In Chile, everybody who doesn't live in Valparaiso tends to claim that Valpo is "dirty and dangerous." I will usually give them that first point, but not the second. I tend to believe that people exaggerate and that bad things can happen anywhere.
I lived in Minneapolis for a while before I moved to Chile. Minneapolis is a fairly big city. It has a downtown area with sky scrapers, a good sense of culture, people of diverse backgrounds and religion, and a crime rate that makes the charts nationwide... especially in some categories such as forcible rape (where it unfortunately leaves most other cities in the dust). While the amount of violence one is exposed to varies depending on where you spend your time and what type of people you hang out with, that's not a rule, and one should always be careful and alert, especially at night. When I lived there, I rarely felt unsafe during the day, but I was never very fond of walking alone at night in some areas. I would always have my phone close in case I needed to call for help. I'm not entirely sure how true it is, but I was usually under the impression that if you called 911 upon entering a dangerous situation, there was a chance that the police would get there quickly and in time to help you and/or catch the offender. This idea is probably supported by Hollywood movies, where the police surround the house just as someone is about ready to pull the trigger... but honestly I feel that response time is pretty good, as I have noted it when calling for things as little as a neighbor's loud party.
The other thing in Minneapolis is that it felt safe walking in places where there were other people. I felt less likely that something would happen to me with witnesses around, and if it did, I felt fairly confident that other people would step up to help. This might not be the case if I were being held up at gunpoint, but especially if others weren't putting themselves in danger, I feel they would be more than likely to help a victim, call an ambulance, possibly even go after a criminal. Luckily I never tested this out personally, but at multiple times I saw this process in action.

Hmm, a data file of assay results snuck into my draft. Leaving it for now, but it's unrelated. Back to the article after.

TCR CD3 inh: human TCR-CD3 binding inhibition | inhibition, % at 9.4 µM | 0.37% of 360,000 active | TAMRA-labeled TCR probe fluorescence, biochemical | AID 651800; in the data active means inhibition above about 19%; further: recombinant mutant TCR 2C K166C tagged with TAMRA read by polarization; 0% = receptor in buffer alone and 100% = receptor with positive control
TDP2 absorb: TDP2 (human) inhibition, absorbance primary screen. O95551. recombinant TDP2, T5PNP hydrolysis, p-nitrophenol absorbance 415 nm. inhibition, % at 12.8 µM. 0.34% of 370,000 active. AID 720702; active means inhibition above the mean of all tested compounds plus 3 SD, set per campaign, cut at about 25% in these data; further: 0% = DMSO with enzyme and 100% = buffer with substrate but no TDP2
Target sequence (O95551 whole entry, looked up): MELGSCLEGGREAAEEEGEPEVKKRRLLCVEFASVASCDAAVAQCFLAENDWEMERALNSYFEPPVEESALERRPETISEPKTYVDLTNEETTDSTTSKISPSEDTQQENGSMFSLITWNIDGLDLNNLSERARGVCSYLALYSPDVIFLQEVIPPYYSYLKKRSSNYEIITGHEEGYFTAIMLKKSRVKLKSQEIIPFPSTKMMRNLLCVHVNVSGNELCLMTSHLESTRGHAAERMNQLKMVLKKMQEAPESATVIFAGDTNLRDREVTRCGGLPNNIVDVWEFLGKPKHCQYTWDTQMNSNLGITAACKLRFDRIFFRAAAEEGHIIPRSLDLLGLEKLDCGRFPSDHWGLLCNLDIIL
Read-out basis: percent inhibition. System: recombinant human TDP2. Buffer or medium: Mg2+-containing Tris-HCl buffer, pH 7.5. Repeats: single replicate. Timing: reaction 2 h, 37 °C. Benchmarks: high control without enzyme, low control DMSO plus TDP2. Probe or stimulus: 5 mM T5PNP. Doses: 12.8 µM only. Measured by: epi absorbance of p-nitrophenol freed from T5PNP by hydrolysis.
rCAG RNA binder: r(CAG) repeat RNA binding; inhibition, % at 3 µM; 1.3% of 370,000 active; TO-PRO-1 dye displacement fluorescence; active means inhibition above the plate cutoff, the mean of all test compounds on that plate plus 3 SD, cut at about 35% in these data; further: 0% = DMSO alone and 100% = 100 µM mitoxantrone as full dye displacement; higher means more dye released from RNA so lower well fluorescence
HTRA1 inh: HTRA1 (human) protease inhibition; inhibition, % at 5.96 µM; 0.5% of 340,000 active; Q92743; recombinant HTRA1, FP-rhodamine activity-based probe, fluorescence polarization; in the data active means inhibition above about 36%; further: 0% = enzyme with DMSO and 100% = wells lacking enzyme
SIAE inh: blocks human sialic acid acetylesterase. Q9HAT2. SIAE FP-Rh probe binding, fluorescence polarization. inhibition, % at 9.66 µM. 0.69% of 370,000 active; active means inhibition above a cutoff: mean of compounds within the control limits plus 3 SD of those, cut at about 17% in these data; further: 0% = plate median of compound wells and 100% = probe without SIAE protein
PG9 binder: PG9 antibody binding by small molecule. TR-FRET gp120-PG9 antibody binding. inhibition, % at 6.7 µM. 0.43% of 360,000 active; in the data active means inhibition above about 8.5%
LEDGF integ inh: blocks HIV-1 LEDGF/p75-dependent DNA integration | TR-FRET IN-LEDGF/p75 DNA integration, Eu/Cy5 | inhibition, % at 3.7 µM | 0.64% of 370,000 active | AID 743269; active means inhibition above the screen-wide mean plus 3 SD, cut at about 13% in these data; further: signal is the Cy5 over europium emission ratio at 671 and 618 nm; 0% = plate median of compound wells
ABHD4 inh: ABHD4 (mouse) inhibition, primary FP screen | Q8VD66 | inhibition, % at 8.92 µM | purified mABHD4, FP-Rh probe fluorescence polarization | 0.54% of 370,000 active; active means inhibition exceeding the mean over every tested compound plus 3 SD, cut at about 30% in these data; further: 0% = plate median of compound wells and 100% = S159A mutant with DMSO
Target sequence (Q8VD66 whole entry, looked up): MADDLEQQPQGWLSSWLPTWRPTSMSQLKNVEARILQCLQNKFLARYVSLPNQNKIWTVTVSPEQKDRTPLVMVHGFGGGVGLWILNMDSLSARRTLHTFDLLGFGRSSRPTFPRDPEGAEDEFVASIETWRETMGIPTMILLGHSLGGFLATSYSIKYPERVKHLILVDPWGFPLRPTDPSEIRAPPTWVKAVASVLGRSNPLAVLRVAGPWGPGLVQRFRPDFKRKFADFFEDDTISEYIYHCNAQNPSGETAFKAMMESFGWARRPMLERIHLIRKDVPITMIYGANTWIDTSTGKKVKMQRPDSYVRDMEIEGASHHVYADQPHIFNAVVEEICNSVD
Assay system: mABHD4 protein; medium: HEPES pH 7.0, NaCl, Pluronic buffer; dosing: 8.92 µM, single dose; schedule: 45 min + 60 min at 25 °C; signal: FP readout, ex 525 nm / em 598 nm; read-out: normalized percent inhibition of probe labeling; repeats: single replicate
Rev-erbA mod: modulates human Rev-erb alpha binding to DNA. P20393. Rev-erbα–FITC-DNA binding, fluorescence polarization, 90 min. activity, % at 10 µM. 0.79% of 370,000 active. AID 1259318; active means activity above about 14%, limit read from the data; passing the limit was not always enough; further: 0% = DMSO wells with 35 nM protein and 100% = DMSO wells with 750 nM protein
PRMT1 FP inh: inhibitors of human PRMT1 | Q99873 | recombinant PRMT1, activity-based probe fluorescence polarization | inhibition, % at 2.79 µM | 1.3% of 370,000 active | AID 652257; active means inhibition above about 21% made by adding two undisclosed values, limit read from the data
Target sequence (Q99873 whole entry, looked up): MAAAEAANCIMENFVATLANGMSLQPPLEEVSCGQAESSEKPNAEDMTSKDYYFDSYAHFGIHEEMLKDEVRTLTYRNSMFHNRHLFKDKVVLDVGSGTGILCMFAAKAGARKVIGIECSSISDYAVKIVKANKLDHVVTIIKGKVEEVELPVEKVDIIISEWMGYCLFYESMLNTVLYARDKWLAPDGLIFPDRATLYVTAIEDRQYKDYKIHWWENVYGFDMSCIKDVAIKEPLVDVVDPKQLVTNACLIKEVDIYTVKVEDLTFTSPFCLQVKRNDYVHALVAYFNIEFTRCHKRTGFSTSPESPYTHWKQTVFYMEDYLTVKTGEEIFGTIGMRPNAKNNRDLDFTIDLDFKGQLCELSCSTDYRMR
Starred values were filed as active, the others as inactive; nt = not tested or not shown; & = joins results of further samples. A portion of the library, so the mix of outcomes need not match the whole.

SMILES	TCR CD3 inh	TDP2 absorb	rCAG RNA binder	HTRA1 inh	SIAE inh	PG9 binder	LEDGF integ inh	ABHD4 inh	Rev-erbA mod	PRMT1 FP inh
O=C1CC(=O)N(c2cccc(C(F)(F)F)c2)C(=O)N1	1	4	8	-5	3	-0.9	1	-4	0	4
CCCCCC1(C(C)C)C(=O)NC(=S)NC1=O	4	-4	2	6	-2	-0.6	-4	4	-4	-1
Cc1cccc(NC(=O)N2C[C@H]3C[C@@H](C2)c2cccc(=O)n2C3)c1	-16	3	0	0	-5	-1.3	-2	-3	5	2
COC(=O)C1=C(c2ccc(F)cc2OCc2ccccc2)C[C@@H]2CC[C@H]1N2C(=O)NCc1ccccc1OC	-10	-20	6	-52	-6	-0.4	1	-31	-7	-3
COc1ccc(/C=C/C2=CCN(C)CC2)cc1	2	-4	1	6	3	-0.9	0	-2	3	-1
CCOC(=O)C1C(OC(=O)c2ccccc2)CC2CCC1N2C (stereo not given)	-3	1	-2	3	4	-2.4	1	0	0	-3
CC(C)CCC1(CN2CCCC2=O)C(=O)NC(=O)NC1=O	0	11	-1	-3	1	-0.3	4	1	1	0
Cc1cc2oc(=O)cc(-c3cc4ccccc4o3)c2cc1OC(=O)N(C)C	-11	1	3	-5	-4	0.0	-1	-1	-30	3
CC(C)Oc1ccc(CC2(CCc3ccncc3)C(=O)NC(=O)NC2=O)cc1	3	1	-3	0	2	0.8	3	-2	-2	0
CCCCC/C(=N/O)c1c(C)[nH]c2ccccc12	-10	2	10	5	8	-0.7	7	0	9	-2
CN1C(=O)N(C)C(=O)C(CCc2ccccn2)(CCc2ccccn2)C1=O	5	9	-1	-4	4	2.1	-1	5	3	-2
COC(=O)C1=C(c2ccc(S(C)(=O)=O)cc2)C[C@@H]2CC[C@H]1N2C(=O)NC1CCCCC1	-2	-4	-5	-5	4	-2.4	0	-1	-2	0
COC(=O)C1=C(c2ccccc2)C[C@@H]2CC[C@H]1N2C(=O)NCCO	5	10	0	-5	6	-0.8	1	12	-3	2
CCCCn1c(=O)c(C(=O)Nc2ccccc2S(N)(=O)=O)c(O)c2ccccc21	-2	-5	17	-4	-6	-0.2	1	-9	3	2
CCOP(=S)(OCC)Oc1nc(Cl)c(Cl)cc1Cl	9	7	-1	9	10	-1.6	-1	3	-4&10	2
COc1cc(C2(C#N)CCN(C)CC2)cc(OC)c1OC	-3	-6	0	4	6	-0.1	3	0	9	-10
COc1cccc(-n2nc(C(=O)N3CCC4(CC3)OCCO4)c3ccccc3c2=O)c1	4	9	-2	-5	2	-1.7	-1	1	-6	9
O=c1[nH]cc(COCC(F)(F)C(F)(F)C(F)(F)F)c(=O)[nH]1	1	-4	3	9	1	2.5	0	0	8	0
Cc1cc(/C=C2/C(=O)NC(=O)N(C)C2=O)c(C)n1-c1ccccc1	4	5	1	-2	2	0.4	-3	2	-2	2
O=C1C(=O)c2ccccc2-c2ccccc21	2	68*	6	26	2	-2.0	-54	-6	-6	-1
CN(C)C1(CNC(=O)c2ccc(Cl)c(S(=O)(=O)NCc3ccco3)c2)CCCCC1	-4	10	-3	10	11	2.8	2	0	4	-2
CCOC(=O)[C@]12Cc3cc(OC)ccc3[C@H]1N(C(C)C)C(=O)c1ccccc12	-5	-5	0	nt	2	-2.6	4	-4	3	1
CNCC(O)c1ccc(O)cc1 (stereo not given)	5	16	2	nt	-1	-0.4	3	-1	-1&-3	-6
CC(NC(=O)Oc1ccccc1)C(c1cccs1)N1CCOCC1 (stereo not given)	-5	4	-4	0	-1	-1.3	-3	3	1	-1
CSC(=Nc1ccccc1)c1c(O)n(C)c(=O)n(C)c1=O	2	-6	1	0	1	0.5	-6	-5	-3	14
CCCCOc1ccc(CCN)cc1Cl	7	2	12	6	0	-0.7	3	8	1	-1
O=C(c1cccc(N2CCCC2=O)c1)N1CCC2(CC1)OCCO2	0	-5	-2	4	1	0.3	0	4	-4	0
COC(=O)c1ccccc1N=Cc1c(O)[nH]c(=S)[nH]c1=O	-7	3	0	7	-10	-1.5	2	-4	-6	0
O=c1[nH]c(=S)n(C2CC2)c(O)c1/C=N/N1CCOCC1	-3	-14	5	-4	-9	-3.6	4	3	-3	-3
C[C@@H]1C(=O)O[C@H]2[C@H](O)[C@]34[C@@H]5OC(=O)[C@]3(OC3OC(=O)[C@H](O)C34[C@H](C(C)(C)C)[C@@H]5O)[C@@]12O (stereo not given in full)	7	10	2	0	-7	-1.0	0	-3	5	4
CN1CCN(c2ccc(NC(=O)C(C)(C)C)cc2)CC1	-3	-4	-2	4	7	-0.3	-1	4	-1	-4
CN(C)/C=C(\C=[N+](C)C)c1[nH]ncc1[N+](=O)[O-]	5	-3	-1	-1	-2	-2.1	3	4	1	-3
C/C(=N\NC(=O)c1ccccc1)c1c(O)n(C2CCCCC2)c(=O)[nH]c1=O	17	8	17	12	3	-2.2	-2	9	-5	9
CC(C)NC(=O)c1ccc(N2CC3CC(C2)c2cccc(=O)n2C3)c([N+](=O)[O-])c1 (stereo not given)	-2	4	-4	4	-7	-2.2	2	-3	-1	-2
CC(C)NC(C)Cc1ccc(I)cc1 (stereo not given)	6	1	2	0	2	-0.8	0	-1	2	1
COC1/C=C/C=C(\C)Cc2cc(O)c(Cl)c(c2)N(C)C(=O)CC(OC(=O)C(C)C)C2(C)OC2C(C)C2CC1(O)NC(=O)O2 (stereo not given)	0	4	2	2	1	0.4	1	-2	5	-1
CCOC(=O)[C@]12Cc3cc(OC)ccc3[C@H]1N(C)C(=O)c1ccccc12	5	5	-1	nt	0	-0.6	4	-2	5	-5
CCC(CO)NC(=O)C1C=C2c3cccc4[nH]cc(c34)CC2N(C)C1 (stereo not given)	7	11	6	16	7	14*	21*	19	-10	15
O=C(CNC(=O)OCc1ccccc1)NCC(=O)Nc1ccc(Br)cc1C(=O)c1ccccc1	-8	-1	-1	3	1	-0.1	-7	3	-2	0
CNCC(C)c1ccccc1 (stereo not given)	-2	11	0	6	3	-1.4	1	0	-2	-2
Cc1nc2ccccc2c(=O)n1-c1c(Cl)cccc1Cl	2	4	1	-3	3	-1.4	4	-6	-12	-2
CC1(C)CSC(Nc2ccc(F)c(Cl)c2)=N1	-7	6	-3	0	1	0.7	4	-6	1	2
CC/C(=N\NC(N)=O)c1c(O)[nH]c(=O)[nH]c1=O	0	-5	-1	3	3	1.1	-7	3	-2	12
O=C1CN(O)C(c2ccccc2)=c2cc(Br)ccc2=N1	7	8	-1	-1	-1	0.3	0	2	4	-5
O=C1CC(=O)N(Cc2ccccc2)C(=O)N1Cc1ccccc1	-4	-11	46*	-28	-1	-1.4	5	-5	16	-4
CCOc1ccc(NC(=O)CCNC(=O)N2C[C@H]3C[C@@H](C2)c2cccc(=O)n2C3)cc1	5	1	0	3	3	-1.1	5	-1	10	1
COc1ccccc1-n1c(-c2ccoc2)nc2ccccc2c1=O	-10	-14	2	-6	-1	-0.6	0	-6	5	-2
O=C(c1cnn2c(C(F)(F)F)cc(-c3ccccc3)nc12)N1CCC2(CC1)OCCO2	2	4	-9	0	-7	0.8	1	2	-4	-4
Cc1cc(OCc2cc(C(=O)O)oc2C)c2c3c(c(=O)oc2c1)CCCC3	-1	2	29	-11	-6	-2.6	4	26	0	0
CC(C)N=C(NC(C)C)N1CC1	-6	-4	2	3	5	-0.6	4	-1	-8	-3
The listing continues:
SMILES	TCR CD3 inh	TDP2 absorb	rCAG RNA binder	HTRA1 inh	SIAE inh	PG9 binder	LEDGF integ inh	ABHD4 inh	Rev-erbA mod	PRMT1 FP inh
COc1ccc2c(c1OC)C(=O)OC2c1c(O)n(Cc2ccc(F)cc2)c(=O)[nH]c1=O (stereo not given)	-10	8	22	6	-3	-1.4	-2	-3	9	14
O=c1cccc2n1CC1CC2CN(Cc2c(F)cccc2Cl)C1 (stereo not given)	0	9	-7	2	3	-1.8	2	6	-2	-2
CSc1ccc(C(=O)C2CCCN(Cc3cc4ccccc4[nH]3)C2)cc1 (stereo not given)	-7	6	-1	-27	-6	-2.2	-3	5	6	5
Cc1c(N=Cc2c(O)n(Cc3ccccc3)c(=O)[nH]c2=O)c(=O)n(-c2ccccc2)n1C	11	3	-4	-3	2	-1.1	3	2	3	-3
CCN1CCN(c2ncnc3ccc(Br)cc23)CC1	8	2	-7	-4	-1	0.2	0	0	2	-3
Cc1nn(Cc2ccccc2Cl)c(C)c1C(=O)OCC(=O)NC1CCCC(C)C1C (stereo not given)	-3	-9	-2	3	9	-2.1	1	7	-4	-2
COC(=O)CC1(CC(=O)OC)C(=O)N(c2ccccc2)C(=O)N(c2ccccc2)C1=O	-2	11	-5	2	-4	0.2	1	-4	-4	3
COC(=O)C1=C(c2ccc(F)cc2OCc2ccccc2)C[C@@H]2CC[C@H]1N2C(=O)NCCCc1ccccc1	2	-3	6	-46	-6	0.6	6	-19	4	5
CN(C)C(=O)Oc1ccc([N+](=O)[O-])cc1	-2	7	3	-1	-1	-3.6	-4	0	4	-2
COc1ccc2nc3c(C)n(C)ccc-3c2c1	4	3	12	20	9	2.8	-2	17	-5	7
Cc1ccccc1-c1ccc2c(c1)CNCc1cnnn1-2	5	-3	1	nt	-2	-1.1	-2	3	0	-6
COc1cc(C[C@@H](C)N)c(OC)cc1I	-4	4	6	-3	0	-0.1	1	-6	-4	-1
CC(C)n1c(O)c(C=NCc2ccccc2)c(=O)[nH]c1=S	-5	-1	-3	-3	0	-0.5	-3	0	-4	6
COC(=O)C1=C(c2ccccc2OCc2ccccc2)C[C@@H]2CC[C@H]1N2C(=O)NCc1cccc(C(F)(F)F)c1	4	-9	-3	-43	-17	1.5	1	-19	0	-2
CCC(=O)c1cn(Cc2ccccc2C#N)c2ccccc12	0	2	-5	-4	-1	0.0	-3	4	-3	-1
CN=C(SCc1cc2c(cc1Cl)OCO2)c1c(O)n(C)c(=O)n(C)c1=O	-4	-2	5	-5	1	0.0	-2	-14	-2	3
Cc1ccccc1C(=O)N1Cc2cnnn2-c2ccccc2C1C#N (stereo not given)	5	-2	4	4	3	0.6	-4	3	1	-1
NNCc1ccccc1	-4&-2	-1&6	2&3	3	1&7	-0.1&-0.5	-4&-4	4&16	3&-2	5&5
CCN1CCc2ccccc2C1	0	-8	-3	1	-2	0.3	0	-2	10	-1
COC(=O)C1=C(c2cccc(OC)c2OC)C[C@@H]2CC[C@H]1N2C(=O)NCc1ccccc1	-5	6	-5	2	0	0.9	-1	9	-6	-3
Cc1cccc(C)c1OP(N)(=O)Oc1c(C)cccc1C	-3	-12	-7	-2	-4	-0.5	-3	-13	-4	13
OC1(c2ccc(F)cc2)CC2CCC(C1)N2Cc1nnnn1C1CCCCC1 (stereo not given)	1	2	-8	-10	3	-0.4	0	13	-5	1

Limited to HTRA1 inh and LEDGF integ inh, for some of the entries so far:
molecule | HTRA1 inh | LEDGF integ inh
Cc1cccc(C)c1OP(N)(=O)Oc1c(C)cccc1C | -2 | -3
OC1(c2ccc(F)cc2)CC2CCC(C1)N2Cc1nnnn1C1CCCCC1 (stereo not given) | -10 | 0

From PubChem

In Chile, my hope of being helped in a dangerous situation is non-existent, as numerous events have formed this outlook.
But if I'm going to find myself comparing places, its good to live somewhere where I am not in constant risk and fear of physical danger. My worries in Chile, in general, are limited to getting robbed, groped, or my house being broken into- not getting shot or raped. However, to some extent, I feel my perception of security is just a myth I hold on to. In reality, I have been followed home and attacked by a man from behind a car. Just last month, on the way home from seeing the giant puppets, I overheard two sketchy individuals planning to attack me. According to them, my pants would be ripped off in the process. Friends who have been robbed have also been beaten or worse. Tourists have their cameras ripped off at gunpoint. I am uncomfortable sitting next to men on public transportation. Despite convincing myself I should feel safe, I have felt unsafe in many other situations, whether with cause or just on a hunch.
My boyfriend has a friend who has been living with us while he saves some money and looks for a place to live. Friday on the way to our house when he was getting off the micro, the chofer heard a lot of change in his pocket and accused him of having stolen it from the micro. He denied stealing anything and tried to push by the driver to get off, though the driver jumped up and stabbed him in the neck with a knife.
As he grabbed his neck to put pressure on, he started asking everyone on the busy street for help, that they call an ambulance. But nobody would. He was already bleeding all over his clothes, and said people literally ran away from him. He made his way to some police at the gas station, who rushed him to the emergency room and got him attended to immediately. The doctors said if the knife would've gone a little big deeper or sideways, he would've been dead. Instead he's already back home with us, neck stitched up, ignoring his doctor-instructed rest.
The driver got away. Given how often I recognize stickers and trinkets hanging from the rearview mirrors inside the busses I take, I will probably unknowingly ride in his micro within the next couple months.
I try to convince myself this was an exception, one crazy isolated occurrence. Maybe I need to tell myself that in order to feel safe, and I support it with the fact that I've been relatively lucky so far. But objectively, this is our third friend/acquaintance to be stabbed within the past year. Is that number really able to coexist with my perception of safety?